The book is written in first person with every chapter telling a different characters perspective. That is, everyone except Willow's (who is the child with OI in the story), the reason for this is that every character is telling their feelings and story to Willow. I loved the way in which this book is written, I enjoyed reading so many different perspectives. Now I have read a few different reviews of this book and a lot of readers didn't like the ending of the book. I personally have come to expect these types of endings with Picoult novels but I guess for me it just served to remind me that life can change in the blink of an eye and that all you can do is make the most of every moment because none of us know what the future holds.

If you are a fan of Jodi Picoult then I can tell you that Book 17, House Rules, is due for release in March 2010. The synopsis for this book is below and was taken from Jodi Picoult's website.

HOUSE RULES is about Jacob Hunt, a teenage boy with Asperger’s Syndrome. He’s hopeless at reading social cues or expressing himself well to others, and like many kids with AS, Jacob has a special focus on one subject – in his case, forensic analysis. He’s always showing up at crime scenes, thanks to the police scanner he keeps in his room, and telling the cops what they need to do…and he’s usually right. But then one day his tutor is found dead, and the police come to question him. All of the hallmark behaviors of Asperger’s – not looking someone in the eye, stimulatory tics and twitches, inappropriate affect – can look a heck of a lot like guilt to law enforcement personnel -- and suddenly, Jacob finds himself accused of murder. HOUSE RULES looks at what it means to be different in our society, how autism affects a family, and how our legal system works well for people who communicate a certain way – but lousy for those who don’t.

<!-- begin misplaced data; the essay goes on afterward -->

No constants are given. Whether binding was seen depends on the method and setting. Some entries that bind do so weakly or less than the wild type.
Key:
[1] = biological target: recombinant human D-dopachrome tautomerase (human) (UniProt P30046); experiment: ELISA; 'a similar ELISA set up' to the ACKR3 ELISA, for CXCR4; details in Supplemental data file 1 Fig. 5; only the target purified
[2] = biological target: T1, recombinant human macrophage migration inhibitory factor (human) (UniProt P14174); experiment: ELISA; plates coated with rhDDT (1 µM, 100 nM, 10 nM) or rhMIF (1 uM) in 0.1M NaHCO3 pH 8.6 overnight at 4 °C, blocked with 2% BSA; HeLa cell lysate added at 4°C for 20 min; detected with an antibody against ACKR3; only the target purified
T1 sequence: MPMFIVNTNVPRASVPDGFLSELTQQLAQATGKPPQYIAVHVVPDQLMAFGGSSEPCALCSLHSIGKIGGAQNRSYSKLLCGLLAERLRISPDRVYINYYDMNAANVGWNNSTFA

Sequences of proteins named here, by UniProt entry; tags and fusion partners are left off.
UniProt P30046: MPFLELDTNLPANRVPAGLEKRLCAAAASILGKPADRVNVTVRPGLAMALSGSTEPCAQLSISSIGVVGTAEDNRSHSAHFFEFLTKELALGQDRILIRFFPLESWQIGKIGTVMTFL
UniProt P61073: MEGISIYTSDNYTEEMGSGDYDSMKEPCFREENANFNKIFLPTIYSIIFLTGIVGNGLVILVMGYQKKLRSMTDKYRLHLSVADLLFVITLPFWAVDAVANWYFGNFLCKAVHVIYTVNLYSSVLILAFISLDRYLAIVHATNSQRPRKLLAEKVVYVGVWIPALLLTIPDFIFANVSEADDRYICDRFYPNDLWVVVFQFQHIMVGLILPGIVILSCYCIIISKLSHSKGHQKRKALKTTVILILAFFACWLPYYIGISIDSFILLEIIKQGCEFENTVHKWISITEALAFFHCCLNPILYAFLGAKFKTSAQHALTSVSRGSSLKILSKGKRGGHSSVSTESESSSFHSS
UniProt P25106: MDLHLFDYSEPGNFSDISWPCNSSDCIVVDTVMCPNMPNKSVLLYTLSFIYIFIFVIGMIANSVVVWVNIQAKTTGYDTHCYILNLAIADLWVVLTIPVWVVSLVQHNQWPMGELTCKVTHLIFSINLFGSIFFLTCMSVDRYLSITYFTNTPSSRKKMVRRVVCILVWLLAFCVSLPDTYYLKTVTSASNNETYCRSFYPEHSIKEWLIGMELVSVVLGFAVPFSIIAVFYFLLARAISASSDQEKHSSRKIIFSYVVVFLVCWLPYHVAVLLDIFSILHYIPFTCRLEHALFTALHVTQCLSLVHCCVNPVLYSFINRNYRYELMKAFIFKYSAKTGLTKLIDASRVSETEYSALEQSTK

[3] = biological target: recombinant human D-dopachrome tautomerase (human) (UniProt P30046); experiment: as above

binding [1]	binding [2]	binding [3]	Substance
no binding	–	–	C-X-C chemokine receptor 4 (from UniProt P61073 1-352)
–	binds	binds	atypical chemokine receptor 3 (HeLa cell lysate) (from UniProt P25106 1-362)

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Connie said...

The ending for this book definitely made me a little HUH? but otherwise I agree with you wholeheartedly about Picoult's writing. Great review!

Alaine - Queen of Happy Endings said...

Connie, I wasn't surprised by the ending as I've come to expect it from Piccoult. But I believe that what she was trying to convey is that money is just not worth it.

Annie - Princess of the Past said...

Great review! I really do want to read this one...it's been a few years since I've read a Picoult.

Teddyree said...

Fantastic review Alaine, I loved this one too but felt cheated by the ending but you're right ... when I think about it, it was to be expected and the ending really was the point behind the story.

dorolerium said...

Sounds really interesting...I've never ready anything by Picoult, although I really have intended to. I'll have to add it to my TBR pile!